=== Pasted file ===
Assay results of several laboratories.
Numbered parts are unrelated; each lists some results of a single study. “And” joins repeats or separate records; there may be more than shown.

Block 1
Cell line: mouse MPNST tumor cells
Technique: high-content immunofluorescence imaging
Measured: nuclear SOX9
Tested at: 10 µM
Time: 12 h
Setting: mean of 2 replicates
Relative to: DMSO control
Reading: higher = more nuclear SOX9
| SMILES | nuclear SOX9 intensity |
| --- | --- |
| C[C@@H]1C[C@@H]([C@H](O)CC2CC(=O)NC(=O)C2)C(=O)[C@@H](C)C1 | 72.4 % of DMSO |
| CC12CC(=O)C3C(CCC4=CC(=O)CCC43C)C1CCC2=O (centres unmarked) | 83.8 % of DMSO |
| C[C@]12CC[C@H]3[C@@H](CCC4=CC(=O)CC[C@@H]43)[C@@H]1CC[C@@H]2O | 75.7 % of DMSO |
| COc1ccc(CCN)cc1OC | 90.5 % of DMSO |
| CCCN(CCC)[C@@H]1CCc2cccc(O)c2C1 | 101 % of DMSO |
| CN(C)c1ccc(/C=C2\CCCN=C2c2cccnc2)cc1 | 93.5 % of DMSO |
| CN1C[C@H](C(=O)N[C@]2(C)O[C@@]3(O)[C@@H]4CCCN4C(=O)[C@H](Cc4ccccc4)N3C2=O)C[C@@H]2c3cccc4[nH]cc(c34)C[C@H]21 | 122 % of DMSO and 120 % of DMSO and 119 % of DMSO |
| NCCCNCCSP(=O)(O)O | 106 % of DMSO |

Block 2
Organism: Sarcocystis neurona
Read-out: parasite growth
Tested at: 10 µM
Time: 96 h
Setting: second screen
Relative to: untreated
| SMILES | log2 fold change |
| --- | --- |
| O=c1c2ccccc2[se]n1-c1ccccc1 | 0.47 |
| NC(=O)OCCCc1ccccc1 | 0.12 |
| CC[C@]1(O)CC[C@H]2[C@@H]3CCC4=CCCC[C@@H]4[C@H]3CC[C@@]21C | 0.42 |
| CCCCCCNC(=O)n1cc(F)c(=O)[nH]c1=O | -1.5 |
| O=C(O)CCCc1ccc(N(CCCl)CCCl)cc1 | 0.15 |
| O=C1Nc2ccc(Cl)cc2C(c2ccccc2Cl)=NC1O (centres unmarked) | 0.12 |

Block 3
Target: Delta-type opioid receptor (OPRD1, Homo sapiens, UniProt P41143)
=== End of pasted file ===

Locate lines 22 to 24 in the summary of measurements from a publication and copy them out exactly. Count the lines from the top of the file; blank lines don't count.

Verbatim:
Block 2
Organism: Sarcocystis neurona
Read-out: parasite growth